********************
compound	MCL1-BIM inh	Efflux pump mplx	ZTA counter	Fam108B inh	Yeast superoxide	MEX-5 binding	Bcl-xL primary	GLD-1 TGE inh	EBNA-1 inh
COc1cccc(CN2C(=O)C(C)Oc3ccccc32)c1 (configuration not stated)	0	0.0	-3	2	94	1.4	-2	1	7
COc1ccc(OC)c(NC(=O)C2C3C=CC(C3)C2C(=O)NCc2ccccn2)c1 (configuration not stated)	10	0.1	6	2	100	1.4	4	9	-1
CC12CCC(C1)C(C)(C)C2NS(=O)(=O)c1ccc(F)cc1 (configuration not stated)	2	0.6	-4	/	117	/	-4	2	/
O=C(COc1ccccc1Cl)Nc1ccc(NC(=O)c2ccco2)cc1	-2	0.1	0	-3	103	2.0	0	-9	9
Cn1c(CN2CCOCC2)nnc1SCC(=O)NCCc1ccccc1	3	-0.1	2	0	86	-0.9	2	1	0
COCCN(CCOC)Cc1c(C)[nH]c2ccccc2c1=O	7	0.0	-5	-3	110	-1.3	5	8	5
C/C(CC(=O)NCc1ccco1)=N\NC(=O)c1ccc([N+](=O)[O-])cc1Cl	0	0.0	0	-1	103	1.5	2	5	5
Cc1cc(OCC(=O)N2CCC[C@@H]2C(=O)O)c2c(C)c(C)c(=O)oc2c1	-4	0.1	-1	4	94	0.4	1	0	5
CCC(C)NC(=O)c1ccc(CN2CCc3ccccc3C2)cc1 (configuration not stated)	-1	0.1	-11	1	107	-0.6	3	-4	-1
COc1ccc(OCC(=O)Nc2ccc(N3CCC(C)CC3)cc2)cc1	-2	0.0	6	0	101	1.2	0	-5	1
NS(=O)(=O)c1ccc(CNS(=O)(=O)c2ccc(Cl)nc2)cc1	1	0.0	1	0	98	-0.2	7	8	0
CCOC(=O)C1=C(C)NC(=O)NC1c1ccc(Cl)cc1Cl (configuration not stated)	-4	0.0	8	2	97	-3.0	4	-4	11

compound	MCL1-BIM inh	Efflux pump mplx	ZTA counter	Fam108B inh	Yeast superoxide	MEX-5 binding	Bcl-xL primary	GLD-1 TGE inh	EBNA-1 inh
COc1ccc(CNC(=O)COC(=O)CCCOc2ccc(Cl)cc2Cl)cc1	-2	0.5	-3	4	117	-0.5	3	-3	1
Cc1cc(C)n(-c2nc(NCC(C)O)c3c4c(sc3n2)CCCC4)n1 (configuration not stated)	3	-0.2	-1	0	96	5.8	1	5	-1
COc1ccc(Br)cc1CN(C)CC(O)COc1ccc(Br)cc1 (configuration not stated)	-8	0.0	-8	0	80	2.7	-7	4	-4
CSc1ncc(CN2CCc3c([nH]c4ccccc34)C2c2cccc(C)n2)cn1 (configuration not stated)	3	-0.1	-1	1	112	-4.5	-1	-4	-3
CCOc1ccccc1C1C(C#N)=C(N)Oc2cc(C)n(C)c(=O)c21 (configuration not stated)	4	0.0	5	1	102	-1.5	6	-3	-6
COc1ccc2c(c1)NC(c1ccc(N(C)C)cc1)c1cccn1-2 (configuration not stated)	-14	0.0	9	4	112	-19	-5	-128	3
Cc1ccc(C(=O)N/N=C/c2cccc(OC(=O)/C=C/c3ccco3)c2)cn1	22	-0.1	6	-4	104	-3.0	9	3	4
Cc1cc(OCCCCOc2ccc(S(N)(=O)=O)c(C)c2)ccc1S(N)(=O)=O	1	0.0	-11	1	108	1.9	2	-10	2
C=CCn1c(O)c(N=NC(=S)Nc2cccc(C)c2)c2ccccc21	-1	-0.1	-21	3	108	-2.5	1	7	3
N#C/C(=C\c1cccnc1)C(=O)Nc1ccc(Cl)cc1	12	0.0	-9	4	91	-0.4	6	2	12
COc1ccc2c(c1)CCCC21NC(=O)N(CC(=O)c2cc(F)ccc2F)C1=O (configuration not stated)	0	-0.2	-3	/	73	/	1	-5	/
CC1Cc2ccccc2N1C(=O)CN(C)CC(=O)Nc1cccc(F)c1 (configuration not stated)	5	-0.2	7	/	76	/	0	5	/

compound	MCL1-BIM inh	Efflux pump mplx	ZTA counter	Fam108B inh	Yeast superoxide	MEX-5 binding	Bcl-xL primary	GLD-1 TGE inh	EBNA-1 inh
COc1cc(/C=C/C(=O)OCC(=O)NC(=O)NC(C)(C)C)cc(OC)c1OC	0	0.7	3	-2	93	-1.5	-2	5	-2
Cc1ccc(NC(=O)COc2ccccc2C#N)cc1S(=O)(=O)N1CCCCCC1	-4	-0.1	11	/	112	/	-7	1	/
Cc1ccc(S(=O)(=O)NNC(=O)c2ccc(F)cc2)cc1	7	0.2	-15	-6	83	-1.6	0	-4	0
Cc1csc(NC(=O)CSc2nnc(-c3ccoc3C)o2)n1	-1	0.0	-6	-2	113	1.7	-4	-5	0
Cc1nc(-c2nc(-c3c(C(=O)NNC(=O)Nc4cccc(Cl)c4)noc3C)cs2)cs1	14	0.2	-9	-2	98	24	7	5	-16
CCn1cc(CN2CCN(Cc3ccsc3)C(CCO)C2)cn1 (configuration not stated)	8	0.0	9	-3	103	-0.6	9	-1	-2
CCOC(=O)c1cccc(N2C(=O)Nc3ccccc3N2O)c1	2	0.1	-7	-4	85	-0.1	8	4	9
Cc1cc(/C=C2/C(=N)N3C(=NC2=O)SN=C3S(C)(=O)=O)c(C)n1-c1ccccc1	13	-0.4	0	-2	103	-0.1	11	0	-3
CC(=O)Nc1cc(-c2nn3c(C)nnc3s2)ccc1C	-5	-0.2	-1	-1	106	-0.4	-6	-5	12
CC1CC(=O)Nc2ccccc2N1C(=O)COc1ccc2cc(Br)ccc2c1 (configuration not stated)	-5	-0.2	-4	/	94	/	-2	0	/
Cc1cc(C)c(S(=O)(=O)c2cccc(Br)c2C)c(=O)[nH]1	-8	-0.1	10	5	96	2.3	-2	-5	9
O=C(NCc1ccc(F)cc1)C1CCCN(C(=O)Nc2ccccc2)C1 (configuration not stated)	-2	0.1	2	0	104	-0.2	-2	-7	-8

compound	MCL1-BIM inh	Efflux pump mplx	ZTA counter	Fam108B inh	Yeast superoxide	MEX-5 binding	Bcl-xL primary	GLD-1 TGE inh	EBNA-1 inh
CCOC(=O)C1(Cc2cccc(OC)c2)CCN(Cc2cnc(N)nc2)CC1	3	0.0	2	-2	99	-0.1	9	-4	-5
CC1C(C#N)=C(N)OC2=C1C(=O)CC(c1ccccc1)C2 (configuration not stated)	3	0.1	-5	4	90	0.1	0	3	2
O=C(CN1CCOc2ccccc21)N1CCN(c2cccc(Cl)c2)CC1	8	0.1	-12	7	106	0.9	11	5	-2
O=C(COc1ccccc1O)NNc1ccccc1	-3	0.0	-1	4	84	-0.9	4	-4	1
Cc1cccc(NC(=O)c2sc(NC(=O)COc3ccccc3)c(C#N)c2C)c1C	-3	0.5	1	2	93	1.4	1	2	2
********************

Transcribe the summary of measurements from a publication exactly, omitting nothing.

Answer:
compound	MCL1-BIM inh	Efflux pump mplx	ZTA counter	Fam108B inh	Yeast superoxide	MEX-5 binding	Bcl-xL primary	GLD-1 TGE inh	EBNA-1 inh
COc1cccc(CN2C(=O)C(C)Oc3ccccc32)c1 (configuration not stated)	0	0.0	-3	2	94	1.4	-2	1	7
COc1ccc(OC)c(NC(=O)C2C3C=CC(C3)C2C(=O)NCc2ccccn2)c1 (configuration not stated)	10	0.1	6	2	100	1.4	4	9	-1
CC12CCC(C1)C(C)(C)C2NS(=O)(=O)c1ccc(F)cc1 (configuration not stated)	2	0.6	-4	/	117	/	-4	2	/
O=C(COc1ccccc1Cl)Nc1ccc(NC(=O)c2ccco2)cc1	-2	0.1	0	-3	103	2.0	0	-9	9
Cn1c(CN2CCOCC2)nnc1SCC(=O)NCCc1ccccc1	3	-0.1	2	0	86	-0.9	2	1	0
COCCN(CCOC)Cc1c(C)[nH]c2ccccc2c1=O	7	0.0	-5	-3	110	-1.3	5	8	5
C/C(CC(=O)NCc1ccco1)=N\NC(=O)c1ccc([N+](=O)[O-])cc1Cl	0	0.0	0	-1	103	1.5	2	5	5
Cc1cc(OCC(=O)N2CCC[C@@H]2C(=O)O)c2c(C)c(C)c(=O)oc2c1	-4	0.1	-1	4	94	0.4	1	0	5
CCC(C)NC(=O)c1ccc(CN2CCc3ccccc3C2)cc1 (configuration not stated)	-1	0.1	-11	1	107	-0.6	3	-4	-1
COc1ccc(OCC(=O)Nc2ccc(N3CCC(C)CC3)cc2)cc1	-2	0.0	6	0	101	1.2	0	-5	1
NS(=O)(=O)c1ccc(CNS(=O)(=O)c2ccc(Cl)nc2)cc1	1	0.0	1	0	98	-0.2	7	8	0
CCOC(=O)C1=C(C)NC(=O)NC1c1ccc(Cl)cc1Cl (configuration not stated)	-4	0.0	8	2	97	-3.0	4	-4	11

compound	MCL1-BIM inh	Efflux pump mplx	ZTA counter	Fam108B inh	Yeast superoxide	MEX-5 binding	Bcl-xL primary	GLD-1 TGE inh	EBNA-1 inh
COc1ccc(CNC(=O)COC(=O)CCCOc2ccc(Cl)cc2Cl)cc1	-2	0.5	-3	4	117	-0.5	3	-3	1
Cc1cc(C)n(-c2nc(NCC(C)O)c3c4c(sc3n2)CCCC4)n1 (configuration not stated)	3	-0.2	-1	0	96	5.8	1	5	-1
COc1ccc(Br)cc1CN(C)CC(O)COc1ccc(Br)cc1 (configuration not stated)	-8	0.0	-8	0	80	2.7	-7	4	-4
CSc1ncc(CN2CCc3c([nH]c4ccccc34)C2c2cccc(C)n2)cn1 (configuration not stated)	3	-0.1	-1	1	112	-4.5	-1	-4	-3
CCOc1ccccc1C1C(C#N)=C(N)Oc2cc(C)n(C)c(=O)c21 (configuration not stated)	4	0.0	5	1	102	-1.5	6	-3	-6
COc1ccc2c(c1)NC(c1ccc(N(C)C)cc1)c1cccn1-2 (configuration not stated)	-14	0.0	9	4	112	-19	-5	-128	3
Cc1ccc(C(=O)N/N=C/c2cccc(OC(=O)/C=C/c3ccco3)c2)cn1	22	-0.1	6	-4	104	-3.0	9	3	4
Cc1cc(OCCCCOc2ccc(S(N)(=O)=O)c(C)c2)ccc1S(N)(=O)=O	1	0.0	-11	1	108	1.9	2	-10	2
C=CCn1c(O)c(N=NC(=S)Nc2cccc(C)c2)c2ccccc21	-1	-0.1	-21	3	108	-2.5	1	7	3
N#C/C(=C\c1cccnc1)C(=O)Nc1ccc(Cl)cc1	12	0.0	-9	4	91	-0.4	6	2	12
COc1ccc2c(c1)CCCC21NC(=O)N(CC(=O)c2cc(F)ccc2F)C1=O (configuration not stated)	0	-0.2	-3	/	73	/	1	-5	/
CC1Cc2ccccc2N1C(=O)CN(C)CC(=O)Nc1cccc(F)c1 (configuration not stated)	5	-0.2	7	/	76	/	0	5	/

compound	MCL1-BIM inh	Efflux pump mplx	ZTA counter	Fam108B inh	Yeast superoxide	MEX-5 binding	Bcl-xL primary	GLD-1 TGE inh	EBNA-1 inh
COc1cc(/C=C/C(=O)OCC(=O)NC(=O)NC(C)(C)C)cc(OC)c1OC	0	0.7	3	-2	93	-1.5	-2	5	-2
Cc1ccc(NC(=O)COc2ccccc2C#N)cc1S(=O)(=O)N1CCCCCC1	-4	-0.1	11	/	112	/	-7	1	/
Cc1ccc(S(=O)(=O)NNC(=O)c2ccc(F)cc2)cc1	7	0.2	-15	-6	83	-1.6	0	-4	0
Cc1csc(NC(=O)CSc2nnc(-c3ccoc3C)o2)n1	-1	0.0	-6	-2	113	1.7	-4	-5	0
Cc1nc(-c2nc(-c3c(C(=O)NNC(=O)Nc4cccc(Cl)c4)noc3C)cs2)cs1	14	0.2	-9	-2	98	24	7	5	-16
CCn1cc(CN2CCN(Cc3ccsc3)C(CCO)C2)cn1 (configuration not stated)	8	0.0	9	-3	103	-0.6	9	-1	-2
CCOC(=O)c1cccc(N2C(=O)Nc3ccccc3N2O)c1	2	0.1	-7	-4	85	-0.1	8	4	9
Cc1cc(/C=C2/C(=N)N3C(=NC2=O)SN=C3S(C)(=O)=O)c(C)n1-c1ccccc1	13	-0.4	0	-2	103	-0.1	11	0	-3
CC(=O)Nc1cc(-c2nn3c(C)nnc3s2)ccc1C	-5	-0.2	-1	-1	106	-0.4	-6	-5	12
CC1CC(=O)Nc2ccccc2N1C(=O)COc1ccc2cc(Br)ccc2c1 (configuration not stated)	-5	-0.2	-4	/	94	/	-2	0	/
Cc1cc(C)c(S(=O)(=O)c2cccc(Br)c2C)c(=O)[nH]1	-8	-0.1	10	5	96	2.3	-2	-5	9
O=C(NCc1ccc(F)cc1)C1CCCN(C(=O)Nc2ccccc2)C1 (configuration not stated)	-2	0.1	2	0	104	-0.2	-2	-7	-8

compound	MCL1-BIM inh	Efflux pump mplx	ZTA counter	Fam108B inh	Yeast superoxide	MEX-5 binding	Bcl-xL primary	GLD-1 TGE inh	EBNA-1 inh
CCOC(=O)C1(Cc2cccc(OC)c2)CCN(Cc2cnc(N)nc2)CC1	3	0.0	2	-2	99	-0.1	9	-4	-5
CC1C(C#N)=C(N)OC2=C1C(=O)CC(c1ccccc1)C2 (configuration not stated)	3	0.1	-5	4	90	0.1	0	3	2
O=C(CN1CCOc2ccccc21)N1CCN(c2cccc(Cl)c2)CC1	8	0.1	-12	7	106	0.9	11	5	-2
O=C(COc1ccccc1O)NNc1ccccc1	-3	0.0	-1	4	84	-0.9	4	-4	1
Cc1cccc(NC(=O)c2sc(NC(=O)COc3ccccc3)c(C#N)c2C)c1C	-3	0.5	1	2	93	1.4	1	2	2